Review by Polly Wittenberg
Book by: Betsy Kelso
Music by: David Nehls
Lyrics by: David Nehls
Directed by: Betsy Kelso
Choreography by: Sergio Trujillo
Cast:Marya Grandy, Linda Hart, Shuler Hensley, Kaitlin Hopkins, Leslie Kritzer, Orfeh, Wayne Wilcox
Synopsis: There's a new tenant at Armadillo Acres - and she's wreaking havoc all over Florida's most exclusive trailer park. When Pippi 'the stripper on the run' comes between the Dr. Phil loving, agoraphobic Jeannie and her tollbooth collector husband - the storms begin to brew - and this storm ain't any old Florida hurricane.
Polly Wittenberg's Review.
Iï¿½m not sure that this is a good time for musicals to be making fun at the expense of trailer parks, what with large installations of pre-fab homes looking pretty good to shelter dwellers from the recent hurricane-induced destruction of New Orleans and the rest of the Gulf Coast.
But here it is at Dodger Stages, The Great American Trailer Park Musical, an agglomeration of every possible clichï¿½ on the subject in a book by Betsy Kelso, who also directed the show, with serviceable tunes and lyrics by David Nehls. Set in the Florida back country, the clever set by Derek McLane has parts of multiple RVs, satellite dishes, Astroturf and mucho knick-knacks with the lively band sheathed by Venetian blinds. The suitably tacky costumes by Markas Henry are awash in vibrant pastels, leopard prints and glitter.
The plot, such as it is, is propelled by the commentary of three dumb but shrewd blondes named Betty, Linoleum and Pickles (Linda Hart, Marya Grandy and Leslie Kritzer, respectively) who use Mazola oil to fuel their tans. The inevitable romantic quadrangle includes a middle-aged couple, Norbert and Jeannie (Shuler Hensley and Kaitlin Hopkins) whose only child disappeared years ago. Jeannieï¿½s got agoraphobia and while sheï¿½s trailer-bound Norbertï¿½s taken up with the new pole-dancer in town Pippi (the single-monikered Orfeh). Pippiï¿½s got a younger ex-boyfriend from Oklahoma City named Duke (Wayne Wilcox) and heï¿½s got a big gun and a bad temper. This is an old-fashioned musical, however, and despite all the obvious chances for conflict and violence in such a story, a happy ending is assured.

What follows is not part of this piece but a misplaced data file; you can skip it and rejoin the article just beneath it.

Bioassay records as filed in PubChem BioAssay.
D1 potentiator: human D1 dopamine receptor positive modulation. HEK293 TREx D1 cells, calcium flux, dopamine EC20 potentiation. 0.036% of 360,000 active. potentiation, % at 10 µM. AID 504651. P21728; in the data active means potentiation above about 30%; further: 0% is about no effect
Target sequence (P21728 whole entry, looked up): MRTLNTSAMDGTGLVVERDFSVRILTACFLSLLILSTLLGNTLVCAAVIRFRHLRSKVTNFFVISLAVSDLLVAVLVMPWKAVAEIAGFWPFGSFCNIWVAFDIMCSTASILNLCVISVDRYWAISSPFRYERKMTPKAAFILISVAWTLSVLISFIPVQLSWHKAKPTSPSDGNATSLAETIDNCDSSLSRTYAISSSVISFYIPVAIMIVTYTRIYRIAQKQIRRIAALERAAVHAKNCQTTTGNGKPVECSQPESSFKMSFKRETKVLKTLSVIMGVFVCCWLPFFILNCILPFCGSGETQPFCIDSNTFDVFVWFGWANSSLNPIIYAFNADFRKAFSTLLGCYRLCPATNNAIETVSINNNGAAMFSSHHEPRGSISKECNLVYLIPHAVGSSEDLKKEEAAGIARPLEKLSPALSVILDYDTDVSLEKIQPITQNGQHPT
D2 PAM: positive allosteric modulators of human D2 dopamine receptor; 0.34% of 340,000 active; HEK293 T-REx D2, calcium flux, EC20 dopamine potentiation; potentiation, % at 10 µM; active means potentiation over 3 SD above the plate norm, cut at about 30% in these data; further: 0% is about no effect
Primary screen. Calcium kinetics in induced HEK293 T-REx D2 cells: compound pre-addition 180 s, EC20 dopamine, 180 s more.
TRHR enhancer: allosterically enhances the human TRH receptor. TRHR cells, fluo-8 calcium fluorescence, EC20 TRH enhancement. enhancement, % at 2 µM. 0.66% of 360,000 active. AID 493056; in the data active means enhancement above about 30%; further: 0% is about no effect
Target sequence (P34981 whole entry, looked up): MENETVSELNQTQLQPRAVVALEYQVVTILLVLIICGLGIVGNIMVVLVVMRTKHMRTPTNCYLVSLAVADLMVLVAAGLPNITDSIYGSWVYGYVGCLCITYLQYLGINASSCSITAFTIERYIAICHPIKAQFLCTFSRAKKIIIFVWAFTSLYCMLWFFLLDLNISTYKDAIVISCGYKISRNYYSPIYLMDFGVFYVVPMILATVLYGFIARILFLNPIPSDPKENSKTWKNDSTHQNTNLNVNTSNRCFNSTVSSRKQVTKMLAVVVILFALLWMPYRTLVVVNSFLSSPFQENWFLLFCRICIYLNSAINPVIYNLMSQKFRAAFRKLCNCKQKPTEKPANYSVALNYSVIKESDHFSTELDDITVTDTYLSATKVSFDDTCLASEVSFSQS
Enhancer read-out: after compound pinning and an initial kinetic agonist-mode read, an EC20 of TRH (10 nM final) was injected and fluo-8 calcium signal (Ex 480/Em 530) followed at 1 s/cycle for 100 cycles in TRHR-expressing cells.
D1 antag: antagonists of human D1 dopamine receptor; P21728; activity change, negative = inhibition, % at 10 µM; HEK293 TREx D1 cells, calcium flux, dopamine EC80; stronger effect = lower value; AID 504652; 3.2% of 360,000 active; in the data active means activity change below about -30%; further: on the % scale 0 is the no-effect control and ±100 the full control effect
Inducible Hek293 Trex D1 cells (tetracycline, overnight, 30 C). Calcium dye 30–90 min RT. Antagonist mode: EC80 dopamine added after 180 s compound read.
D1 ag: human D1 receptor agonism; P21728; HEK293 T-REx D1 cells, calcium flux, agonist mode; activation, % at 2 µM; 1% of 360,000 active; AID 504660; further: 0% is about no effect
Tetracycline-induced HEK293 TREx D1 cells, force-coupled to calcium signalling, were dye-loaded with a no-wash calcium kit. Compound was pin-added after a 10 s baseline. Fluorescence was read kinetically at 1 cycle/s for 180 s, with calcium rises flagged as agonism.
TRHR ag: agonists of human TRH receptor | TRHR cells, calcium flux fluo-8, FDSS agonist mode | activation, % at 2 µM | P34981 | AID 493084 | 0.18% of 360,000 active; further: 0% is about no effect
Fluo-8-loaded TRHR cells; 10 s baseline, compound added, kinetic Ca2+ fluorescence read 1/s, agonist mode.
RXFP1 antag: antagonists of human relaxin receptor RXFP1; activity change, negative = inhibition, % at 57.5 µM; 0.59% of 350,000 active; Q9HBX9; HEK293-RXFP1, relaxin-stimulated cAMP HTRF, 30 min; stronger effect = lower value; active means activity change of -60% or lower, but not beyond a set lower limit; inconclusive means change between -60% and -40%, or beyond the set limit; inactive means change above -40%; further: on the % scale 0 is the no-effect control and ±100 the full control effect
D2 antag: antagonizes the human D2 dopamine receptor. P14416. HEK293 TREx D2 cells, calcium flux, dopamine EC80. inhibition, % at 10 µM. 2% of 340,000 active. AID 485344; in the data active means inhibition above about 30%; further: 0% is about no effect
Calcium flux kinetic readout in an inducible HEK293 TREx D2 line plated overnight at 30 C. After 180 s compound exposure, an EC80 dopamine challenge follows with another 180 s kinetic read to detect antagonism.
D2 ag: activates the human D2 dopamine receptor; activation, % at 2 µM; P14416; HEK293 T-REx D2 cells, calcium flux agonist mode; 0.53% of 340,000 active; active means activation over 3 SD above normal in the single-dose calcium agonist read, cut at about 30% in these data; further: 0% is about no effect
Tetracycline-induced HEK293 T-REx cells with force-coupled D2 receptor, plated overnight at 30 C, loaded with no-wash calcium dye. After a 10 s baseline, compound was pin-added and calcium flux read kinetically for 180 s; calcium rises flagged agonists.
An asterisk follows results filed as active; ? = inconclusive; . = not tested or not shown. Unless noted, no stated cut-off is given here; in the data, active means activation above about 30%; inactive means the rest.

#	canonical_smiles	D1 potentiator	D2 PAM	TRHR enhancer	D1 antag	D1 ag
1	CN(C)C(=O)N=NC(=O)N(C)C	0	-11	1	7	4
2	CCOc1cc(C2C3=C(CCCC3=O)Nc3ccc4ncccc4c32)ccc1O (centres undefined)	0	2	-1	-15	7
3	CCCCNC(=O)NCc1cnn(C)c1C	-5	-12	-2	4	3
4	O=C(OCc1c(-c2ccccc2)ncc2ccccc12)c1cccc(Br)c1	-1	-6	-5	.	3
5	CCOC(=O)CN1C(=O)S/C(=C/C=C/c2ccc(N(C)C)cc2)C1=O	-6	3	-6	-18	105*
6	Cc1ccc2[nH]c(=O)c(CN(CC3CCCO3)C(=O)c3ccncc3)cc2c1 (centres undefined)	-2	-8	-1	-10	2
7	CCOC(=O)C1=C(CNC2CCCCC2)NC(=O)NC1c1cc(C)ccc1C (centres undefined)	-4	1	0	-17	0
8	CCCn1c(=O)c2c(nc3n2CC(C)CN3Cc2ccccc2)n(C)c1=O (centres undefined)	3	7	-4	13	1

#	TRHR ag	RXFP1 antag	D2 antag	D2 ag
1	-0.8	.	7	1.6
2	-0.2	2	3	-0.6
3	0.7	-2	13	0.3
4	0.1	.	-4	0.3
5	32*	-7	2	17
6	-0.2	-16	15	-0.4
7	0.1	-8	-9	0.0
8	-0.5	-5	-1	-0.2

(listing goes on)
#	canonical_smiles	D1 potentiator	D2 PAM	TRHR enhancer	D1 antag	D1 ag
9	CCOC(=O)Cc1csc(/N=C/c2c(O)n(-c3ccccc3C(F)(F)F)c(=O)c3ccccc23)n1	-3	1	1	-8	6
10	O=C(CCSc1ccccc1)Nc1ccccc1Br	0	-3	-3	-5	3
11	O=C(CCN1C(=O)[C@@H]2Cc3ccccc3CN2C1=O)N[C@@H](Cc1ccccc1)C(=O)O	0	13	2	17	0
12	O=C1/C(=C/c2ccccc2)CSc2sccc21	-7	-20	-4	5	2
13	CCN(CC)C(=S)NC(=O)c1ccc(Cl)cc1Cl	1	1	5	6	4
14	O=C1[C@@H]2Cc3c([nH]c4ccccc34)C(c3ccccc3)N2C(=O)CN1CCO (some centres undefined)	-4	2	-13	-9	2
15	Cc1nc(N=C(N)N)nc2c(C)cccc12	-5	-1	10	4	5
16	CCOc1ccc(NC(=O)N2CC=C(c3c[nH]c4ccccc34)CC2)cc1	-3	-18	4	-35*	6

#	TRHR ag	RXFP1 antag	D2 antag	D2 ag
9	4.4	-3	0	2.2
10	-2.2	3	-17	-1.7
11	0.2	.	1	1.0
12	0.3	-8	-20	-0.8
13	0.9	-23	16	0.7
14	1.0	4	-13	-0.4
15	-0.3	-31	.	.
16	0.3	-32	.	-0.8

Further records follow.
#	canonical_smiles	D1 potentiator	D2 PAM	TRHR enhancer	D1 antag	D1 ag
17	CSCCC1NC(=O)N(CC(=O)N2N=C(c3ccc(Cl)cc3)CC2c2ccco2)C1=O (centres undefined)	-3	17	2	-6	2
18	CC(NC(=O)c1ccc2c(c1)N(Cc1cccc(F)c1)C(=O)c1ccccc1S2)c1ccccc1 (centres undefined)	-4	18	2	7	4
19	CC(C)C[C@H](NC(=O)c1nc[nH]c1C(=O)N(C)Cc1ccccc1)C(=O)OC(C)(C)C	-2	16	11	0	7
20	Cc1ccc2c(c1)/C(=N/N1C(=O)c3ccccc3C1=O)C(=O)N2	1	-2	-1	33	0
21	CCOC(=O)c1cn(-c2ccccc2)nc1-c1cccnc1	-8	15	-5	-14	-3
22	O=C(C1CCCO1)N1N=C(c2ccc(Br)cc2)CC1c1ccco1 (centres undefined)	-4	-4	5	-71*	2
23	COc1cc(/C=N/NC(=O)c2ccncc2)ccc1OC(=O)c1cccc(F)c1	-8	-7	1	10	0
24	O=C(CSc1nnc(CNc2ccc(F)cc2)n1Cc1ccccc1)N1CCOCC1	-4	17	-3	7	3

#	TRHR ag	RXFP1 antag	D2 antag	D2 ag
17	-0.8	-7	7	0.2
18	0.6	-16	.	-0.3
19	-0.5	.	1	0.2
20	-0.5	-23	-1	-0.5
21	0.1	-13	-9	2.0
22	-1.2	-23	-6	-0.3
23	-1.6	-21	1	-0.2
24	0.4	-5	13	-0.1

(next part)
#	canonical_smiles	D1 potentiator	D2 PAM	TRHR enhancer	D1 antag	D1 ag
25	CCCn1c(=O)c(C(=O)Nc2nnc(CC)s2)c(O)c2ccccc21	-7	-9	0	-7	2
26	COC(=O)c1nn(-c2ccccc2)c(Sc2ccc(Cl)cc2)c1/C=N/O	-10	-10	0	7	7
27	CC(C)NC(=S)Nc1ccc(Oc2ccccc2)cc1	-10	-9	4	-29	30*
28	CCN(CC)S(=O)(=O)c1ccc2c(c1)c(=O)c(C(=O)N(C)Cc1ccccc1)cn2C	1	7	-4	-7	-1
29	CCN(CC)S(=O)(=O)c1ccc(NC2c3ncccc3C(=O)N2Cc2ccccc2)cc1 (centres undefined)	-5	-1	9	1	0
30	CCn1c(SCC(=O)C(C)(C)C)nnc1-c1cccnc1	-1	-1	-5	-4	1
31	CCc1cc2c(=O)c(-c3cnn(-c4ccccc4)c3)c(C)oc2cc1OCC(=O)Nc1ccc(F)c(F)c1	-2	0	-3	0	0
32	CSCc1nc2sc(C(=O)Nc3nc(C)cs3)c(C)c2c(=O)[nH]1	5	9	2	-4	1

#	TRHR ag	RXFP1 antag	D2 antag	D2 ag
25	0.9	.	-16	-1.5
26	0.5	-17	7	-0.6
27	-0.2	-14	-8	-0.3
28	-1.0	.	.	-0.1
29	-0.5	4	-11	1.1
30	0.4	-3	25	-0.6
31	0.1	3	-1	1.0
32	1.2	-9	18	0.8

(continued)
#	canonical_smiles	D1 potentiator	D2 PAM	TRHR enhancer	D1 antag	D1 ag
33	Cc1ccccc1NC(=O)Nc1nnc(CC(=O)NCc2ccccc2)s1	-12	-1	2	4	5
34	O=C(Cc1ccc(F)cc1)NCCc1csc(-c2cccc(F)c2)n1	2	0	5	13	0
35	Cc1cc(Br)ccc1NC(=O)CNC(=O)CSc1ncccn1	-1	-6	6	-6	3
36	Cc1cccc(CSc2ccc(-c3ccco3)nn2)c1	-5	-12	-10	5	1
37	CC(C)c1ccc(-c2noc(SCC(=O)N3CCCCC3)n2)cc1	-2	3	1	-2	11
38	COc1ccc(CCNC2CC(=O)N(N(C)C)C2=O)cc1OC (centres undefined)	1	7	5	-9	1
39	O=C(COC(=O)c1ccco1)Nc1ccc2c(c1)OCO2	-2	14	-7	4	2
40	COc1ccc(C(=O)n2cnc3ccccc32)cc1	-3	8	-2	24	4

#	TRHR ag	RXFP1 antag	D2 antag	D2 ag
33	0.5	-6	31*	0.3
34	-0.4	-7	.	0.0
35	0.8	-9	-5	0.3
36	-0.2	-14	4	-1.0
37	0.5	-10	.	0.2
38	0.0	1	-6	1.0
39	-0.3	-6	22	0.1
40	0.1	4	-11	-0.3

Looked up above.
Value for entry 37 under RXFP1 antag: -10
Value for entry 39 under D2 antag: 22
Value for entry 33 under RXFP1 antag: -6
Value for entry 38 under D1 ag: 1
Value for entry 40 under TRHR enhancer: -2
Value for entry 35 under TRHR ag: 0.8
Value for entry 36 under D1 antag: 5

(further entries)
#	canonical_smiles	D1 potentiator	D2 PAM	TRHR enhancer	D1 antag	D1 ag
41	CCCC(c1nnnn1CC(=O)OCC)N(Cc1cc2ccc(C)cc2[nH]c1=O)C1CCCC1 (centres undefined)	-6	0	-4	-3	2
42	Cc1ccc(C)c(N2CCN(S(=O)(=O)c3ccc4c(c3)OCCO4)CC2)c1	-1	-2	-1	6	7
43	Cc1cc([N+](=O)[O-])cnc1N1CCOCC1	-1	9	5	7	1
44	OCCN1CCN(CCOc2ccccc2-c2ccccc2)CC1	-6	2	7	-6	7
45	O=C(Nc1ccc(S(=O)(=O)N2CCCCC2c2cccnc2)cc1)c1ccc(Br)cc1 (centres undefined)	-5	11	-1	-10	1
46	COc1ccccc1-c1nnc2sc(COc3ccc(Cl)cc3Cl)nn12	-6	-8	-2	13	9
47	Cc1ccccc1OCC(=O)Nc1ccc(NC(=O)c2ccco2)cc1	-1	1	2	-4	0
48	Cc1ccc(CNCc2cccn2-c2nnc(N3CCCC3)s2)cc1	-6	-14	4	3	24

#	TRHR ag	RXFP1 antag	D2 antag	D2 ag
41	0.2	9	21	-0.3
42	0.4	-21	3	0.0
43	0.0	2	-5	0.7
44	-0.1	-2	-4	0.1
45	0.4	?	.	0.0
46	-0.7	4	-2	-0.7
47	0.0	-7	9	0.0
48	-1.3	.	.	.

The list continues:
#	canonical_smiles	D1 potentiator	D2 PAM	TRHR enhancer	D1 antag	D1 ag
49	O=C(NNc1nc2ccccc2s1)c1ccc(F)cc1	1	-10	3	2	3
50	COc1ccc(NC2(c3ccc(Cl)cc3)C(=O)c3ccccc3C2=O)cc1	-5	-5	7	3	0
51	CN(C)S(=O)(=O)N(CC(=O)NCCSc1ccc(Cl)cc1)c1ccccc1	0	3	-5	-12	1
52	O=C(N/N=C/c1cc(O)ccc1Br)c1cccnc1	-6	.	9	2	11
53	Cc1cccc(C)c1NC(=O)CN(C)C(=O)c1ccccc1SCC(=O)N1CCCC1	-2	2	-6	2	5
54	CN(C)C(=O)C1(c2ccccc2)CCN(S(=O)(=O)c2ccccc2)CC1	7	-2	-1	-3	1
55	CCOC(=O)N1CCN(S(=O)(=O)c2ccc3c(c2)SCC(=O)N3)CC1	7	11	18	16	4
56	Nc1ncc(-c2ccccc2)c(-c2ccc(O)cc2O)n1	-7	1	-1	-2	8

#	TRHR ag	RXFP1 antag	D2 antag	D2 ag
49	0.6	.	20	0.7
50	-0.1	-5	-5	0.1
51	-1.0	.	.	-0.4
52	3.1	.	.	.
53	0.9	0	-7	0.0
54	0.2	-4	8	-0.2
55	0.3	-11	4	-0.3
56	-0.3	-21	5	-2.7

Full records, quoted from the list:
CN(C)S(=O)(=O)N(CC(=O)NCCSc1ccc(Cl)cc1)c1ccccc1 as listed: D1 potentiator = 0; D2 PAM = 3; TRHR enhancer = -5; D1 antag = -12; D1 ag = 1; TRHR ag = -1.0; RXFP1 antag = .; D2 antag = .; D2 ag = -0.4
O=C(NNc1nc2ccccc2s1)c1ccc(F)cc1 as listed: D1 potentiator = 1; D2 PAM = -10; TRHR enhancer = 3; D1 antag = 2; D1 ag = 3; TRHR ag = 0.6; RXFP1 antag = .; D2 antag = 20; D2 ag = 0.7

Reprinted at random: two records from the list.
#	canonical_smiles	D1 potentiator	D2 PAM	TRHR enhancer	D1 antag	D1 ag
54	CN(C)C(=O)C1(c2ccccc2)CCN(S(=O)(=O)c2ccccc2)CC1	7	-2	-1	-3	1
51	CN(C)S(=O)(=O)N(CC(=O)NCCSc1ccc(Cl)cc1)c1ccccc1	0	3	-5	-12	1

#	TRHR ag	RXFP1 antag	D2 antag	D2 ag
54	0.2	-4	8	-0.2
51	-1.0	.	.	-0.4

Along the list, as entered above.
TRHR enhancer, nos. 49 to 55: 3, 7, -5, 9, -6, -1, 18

What makes the show kind of special is the energy and likeability of the cast. Ms.ï¿½Hopkins looks like a younger Xerox-copy of her mother, actress Shirley Knight, and projects the same kind of sweetness and warmth that Ms. Knight is capable of. Itï¿½s also good to see Mr. Hensley, who gave such a devastating award-winning performance as Jud in the Trevor Nunn revival of Oklahoma several years back, again. Even if the part and the songs he has here do nothing to tax his dramatic powers or his vocal cords.
What the critics had to say.....
CHARLES ISHERWOOD of the NEW YORK TIMES says ï¿½The title's mighty cute, and a few of Mr. Nehls's dozen ditties raise a hearty chuckle. But the musical has all but dispensed with plot, and substitutes crude cartoons for characters. It seems to hope to get by on jokes and attitude, and both are on the stale side. ï¿½
HOWARD KISSEL of the NEW YORK DAILY NEWS says "For 10 minutes, this might have been cute. Nine times that, and it's truly trailer trash."
MICHAEL KUCHWARA of ASSOCIATED PRESS SAYS "But this raunchy show does have a bouncy, appealing score, delivered by a powerhouse cast that gets every ounce of twang and corn pone out of David Nehl's down-home music and surprisingly witty lyrics".
NEWSDAY says "Doesn't seek to be anything but entertaining, and it sort of succeeds. The problem is that there are lots of less expensive and time-consuming ways to be entertained in the same low-rent way."
External links to full reviews from newspapers